How D.C. beat Capitol Hill to real climate action

City View

How D.C. beat Capitol Hill to real climate action

The District of Columbia is more than three years into an effort to meld economic development and environmental sustainability.

The United States Congress has proven time and time again its disinterest in promoting policies aimed at tackling climate change through community sustainability and resilience initiatives. But the same can’t be said about the government of the District of Columbia, just a few blocks away from the U.S. Capitol at D.C. City Hall.

In July 2011, then-D.C. Mayor Vincent Gray announced his intention to make the District the “healthiest, greenest and most livable” city in the United States.

The lofty rhetoric could help capitalize on the reputational and economic development benefits that have accompanied increased recognition of the city as a growing urban hub for young professionals. D.C.'s actions also dovetail with much broader trends toward more localized climate action led by city and state governments.

But the District also has a complicated history, from intense racial turmoil and entrenched economic inequality to longstanding backlash against the ill-effects of being a federal territory instead of a state (taxation without representation, anyone?)

Recognizing the importance of making any successful sustainability plan a bona fide child of the community, the District spent more than a year soliciting ideas from thousands of local residents and stakeholders.

Vencent Gray, District of Columbia, Sustainable DC
</p><p></p><p></p><p></p><p></p><p></p><p></p><p></p><p></p><p></p><p>Former D.C. Mayor Vincent Gray officially signs the Sustainable DC Act of 2012 into law.</p>
In 2012, Sustainable DC was born.

The citywide initiative aimed to address (PDF) four critical challenges — jobs and the economy, health and wellness, equity and diversity, climate and environment — making the plan a forerunner to similarly comprehensive sustainability efforts that have since emerged in cities such as Los Angeles and New York, where social equity and environmental issues are increasingly recognized as interconnected.

The Sustainable DC program pursues seven solutions focused on the built environment, energy, food, nature, transportation, waste and water. The District also issued an updated Climate Action Plan, which outlines specific measures to reduce emissions 50 percent below 2006 levels by 2032 and 80 percent by 2050.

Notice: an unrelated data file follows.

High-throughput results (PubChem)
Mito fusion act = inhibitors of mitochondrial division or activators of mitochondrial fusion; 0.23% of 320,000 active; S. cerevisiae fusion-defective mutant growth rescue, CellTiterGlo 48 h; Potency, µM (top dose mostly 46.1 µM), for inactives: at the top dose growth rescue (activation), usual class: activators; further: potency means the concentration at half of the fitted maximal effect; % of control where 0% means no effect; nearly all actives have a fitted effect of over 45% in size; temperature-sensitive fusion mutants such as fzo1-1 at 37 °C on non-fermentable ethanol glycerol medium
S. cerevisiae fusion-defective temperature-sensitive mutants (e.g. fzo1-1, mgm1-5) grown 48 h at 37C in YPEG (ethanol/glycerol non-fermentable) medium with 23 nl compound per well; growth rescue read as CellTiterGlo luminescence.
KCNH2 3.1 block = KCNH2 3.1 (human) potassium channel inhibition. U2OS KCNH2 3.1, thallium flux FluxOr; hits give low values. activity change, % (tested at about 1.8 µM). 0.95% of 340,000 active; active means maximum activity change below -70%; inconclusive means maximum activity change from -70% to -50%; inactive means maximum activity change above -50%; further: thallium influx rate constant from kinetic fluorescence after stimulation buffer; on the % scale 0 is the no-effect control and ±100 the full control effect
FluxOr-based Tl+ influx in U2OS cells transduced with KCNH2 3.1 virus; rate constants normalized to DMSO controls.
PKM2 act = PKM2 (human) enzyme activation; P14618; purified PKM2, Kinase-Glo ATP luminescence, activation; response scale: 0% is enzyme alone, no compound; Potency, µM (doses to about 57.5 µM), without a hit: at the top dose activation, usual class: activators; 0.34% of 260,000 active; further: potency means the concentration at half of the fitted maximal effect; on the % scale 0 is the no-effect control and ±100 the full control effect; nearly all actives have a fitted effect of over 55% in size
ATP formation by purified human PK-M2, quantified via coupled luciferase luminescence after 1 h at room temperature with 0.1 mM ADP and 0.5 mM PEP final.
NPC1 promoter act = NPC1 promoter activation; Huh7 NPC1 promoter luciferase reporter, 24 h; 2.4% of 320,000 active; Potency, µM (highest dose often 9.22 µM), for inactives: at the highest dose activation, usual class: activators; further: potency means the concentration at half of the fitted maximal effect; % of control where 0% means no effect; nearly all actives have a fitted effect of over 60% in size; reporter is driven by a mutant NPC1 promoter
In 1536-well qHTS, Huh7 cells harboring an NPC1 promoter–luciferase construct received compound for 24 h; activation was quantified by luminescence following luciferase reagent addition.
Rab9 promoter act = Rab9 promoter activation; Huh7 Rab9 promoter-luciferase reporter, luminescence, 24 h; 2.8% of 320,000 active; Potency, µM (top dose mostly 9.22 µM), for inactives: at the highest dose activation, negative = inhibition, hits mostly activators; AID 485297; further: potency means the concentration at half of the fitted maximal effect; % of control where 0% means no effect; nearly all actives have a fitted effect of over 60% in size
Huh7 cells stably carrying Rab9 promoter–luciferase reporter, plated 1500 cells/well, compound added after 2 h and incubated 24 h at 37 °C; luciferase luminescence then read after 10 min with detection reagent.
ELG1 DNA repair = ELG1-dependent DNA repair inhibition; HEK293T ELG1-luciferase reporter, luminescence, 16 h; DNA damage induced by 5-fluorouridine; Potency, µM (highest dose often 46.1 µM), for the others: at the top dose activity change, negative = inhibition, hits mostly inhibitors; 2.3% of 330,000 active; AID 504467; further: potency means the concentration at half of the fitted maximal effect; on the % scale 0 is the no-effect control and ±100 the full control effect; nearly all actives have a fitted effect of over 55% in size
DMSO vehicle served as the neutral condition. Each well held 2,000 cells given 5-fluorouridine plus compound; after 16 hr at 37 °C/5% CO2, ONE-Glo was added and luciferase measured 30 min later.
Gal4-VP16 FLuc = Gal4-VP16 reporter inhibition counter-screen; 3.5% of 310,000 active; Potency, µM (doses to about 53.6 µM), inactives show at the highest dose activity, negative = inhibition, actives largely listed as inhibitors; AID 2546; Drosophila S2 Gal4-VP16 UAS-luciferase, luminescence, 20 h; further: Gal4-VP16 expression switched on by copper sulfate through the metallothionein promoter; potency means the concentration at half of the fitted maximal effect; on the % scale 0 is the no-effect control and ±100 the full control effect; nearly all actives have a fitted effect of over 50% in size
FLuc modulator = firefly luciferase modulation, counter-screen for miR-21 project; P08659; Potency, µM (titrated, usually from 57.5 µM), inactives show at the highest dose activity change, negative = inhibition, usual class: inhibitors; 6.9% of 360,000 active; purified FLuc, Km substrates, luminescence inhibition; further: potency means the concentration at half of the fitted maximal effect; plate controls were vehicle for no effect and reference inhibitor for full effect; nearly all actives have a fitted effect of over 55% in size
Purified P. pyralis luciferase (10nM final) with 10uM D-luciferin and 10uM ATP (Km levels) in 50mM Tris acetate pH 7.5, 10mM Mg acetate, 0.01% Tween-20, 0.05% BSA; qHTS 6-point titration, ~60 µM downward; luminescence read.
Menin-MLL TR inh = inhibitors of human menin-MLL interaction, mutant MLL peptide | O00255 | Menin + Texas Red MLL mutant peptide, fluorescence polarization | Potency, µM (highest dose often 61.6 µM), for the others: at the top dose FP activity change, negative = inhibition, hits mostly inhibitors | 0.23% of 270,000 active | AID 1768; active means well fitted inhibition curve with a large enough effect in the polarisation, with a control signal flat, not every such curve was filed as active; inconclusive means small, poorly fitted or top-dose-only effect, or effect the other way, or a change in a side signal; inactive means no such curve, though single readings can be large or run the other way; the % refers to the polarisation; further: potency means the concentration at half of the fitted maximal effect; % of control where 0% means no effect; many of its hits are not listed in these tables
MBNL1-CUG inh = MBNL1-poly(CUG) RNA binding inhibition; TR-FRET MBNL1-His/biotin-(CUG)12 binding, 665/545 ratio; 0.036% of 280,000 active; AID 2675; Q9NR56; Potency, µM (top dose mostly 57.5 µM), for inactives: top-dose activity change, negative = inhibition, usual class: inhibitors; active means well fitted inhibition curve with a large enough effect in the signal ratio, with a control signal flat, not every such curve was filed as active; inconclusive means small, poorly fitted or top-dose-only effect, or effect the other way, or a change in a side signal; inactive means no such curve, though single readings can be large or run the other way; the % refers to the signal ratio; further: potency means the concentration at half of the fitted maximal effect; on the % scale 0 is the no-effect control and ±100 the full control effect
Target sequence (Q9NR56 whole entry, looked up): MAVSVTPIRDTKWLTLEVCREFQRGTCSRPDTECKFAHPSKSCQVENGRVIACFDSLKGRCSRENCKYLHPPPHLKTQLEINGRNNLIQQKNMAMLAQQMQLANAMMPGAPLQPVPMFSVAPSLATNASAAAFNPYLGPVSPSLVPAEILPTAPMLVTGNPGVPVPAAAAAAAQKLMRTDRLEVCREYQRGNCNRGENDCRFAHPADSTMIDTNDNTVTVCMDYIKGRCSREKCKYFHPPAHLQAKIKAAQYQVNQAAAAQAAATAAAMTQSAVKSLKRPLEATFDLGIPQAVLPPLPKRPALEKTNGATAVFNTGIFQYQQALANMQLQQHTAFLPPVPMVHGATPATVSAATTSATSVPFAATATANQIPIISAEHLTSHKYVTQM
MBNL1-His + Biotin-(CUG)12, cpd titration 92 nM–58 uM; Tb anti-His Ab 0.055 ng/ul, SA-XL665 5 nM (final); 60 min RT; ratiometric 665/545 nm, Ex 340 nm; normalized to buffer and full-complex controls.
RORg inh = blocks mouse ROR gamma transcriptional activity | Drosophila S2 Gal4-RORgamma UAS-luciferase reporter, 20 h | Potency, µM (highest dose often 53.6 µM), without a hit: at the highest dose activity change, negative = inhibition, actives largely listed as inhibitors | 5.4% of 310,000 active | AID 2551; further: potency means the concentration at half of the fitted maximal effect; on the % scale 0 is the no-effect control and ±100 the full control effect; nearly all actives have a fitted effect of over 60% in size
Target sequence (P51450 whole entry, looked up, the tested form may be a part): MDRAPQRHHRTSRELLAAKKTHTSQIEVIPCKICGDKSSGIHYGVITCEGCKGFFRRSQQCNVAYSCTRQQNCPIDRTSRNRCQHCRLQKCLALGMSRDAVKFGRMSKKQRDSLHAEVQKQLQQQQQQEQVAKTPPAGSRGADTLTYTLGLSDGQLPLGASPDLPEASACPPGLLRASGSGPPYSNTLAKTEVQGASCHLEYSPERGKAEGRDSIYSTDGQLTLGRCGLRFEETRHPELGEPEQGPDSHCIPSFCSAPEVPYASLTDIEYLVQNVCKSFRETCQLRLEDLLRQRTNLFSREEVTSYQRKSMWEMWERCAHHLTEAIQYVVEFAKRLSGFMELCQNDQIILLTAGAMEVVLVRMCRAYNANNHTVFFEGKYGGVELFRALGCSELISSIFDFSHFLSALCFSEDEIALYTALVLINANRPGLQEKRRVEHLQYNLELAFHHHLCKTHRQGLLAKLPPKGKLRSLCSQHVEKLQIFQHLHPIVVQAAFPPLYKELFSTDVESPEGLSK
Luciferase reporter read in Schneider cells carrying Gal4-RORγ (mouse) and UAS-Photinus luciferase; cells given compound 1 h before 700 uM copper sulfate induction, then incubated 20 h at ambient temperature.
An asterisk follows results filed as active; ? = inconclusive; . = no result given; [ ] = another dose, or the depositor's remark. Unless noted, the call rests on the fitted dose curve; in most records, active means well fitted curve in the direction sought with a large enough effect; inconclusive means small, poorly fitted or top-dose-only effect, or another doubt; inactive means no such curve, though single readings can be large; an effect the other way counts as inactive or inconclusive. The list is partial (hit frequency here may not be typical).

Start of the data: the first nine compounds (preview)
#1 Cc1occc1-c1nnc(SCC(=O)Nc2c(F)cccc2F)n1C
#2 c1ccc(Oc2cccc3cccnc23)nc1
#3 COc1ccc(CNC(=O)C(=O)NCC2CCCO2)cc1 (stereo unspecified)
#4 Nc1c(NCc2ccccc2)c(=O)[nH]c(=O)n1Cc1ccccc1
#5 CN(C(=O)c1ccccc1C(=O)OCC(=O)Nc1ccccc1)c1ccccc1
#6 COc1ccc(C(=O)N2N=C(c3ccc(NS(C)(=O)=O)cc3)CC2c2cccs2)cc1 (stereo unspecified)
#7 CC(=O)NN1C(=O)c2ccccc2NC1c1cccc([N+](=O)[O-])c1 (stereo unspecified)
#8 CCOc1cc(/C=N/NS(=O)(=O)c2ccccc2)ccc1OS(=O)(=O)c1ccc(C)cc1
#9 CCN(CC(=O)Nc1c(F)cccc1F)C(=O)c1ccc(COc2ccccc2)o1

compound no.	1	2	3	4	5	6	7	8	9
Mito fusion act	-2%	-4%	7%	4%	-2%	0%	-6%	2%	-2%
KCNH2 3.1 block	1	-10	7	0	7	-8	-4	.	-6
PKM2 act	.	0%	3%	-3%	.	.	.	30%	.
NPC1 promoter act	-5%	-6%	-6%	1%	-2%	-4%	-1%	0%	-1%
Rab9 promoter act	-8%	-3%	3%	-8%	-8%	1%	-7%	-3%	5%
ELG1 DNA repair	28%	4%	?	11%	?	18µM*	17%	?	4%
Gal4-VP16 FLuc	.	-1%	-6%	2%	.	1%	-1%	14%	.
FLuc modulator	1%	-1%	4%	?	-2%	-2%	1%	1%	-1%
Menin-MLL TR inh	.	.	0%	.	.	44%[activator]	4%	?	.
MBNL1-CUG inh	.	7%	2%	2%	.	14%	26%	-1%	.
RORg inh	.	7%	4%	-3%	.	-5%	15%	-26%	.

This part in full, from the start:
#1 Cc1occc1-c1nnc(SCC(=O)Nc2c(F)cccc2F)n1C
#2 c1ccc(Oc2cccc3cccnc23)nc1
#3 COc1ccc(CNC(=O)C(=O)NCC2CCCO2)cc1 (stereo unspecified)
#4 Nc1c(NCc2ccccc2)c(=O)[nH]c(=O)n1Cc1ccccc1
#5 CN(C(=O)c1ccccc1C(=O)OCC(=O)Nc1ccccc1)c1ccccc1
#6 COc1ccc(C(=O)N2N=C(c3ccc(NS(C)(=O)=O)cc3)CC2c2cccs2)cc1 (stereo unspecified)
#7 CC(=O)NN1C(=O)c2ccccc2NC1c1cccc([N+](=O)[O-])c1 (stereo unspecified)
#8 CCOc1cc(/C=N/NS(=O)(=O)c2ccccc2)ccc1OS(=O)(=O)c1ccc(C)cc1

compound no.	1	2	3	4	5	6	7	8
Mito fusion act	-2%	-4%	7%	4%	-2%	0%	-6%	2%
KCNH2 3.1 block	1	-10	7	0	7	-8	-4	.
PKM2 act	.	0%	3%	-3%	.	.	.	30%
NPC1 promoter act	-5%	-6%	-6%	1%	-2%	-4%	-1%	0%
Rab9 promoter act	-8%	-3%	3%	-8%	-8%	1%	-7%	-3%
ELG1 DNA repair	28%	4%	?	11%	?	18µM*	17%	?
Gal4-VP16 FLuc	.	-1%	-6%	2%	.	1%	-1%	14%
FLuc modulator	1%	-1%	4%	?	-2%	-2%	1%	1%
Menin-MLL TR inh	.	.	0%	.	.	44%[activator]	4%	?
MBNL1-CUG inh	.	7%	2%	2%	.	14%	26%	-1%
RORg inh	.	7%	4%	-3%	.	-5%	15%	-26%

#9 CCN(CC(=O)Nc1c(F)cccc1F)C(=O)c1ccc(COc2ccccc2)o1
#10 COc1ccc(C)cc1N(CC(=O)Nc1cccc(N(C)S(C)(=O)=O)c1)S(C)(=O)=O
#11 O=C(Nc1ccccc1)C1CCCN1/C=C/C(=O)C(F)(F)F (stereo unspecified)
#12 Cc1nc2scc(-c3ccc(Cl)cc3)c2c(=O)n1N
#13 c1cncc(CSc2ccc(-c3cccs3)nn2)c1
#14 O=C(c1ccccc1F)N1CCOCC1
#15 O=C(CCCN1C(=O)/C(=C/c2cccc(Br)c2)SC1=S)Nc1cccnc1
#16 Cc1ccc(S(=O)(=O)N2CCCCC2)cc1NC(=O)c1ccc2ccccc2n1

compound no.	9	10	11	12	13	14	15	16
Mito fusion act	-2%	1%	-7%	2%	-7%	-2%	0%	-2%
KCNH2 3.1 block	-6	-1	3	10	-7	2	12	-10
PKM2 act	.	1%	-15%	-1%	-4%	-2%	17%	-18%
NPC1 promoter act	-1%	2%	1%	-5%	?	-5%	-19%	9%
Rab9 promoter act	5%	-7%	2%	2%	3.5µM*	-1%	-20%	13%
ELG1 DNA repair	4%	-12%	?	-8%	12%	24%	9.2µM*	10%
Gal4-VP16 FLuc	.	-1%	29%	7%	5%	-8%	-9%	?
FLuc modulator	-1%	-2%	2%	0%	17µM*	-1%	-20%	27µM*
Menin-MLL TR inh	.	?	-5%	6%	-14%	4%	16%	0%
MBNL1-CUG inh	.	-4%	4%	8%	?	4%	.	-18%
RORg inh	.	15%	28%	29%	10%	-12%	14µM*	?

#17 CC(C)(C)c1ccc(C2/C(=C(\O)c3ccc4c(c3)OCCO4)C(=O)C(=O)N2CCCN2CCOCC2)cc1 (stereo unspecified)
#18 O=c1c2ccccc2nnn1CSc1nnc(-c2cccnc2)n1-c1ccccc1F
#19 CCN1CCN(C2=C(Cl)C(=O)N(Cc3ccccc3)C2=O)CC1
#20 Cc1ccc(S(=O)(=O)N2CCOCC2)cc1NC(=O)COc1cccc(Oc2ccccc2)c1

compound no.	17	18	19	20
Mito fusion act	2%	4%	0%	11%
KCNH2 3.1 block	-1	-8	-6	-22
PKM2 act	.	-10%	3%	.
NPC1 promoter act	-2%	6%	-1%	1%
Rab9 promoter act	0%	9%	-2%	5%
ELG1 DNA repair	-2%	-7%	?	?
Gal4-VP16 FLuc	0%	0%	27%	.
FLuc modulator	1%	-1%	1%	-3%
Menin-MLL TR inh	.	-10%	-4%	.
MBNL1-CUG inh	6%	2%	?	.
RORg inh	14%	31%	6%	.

Taking a three-pronged approach to reaching those goals, the plan addresses the ways residents, businesses and the District government can work together to reduce climate impacts by limiting greenhouse gas emissions. A positive side effect the city also hopes to realize: ensuring economic competitiveness.

"After decades of population decline, the District has seen a solid decade of population growth," the Sustainable DC plan (PDF) notes. "As our population expands, we have an important decision to make."

The plan outlines two scenarios: taking "decisive action" to ensure that all residents benefit from an expanding tax base and new urban amenities, or allowing "historic gaps in education, income, housing and access to transportation [to] further divide our city."

In a bid to realize the former, Gray in late 2012 announced seven initial projects that received a combined $4.5 million in funding, including several efforts to upgrade city agencies' operational efficiency, a new demonstration center for urban agriculture, a study on waste-to-energy conversion and new climate and green purchasing protocols.

Gray also signed into law seven complementary policy measures in January 2013, covering issues programs ranging from urban agriculture to energy efficiency, renewable energy upgrades, environmental conservation and public health.

To promote city resilience, the District also has outlined ways to adapt buildings, land use policies and wastewater, transportation and energy infrastructures to respond to climate impacts.

Gunning for greener buildings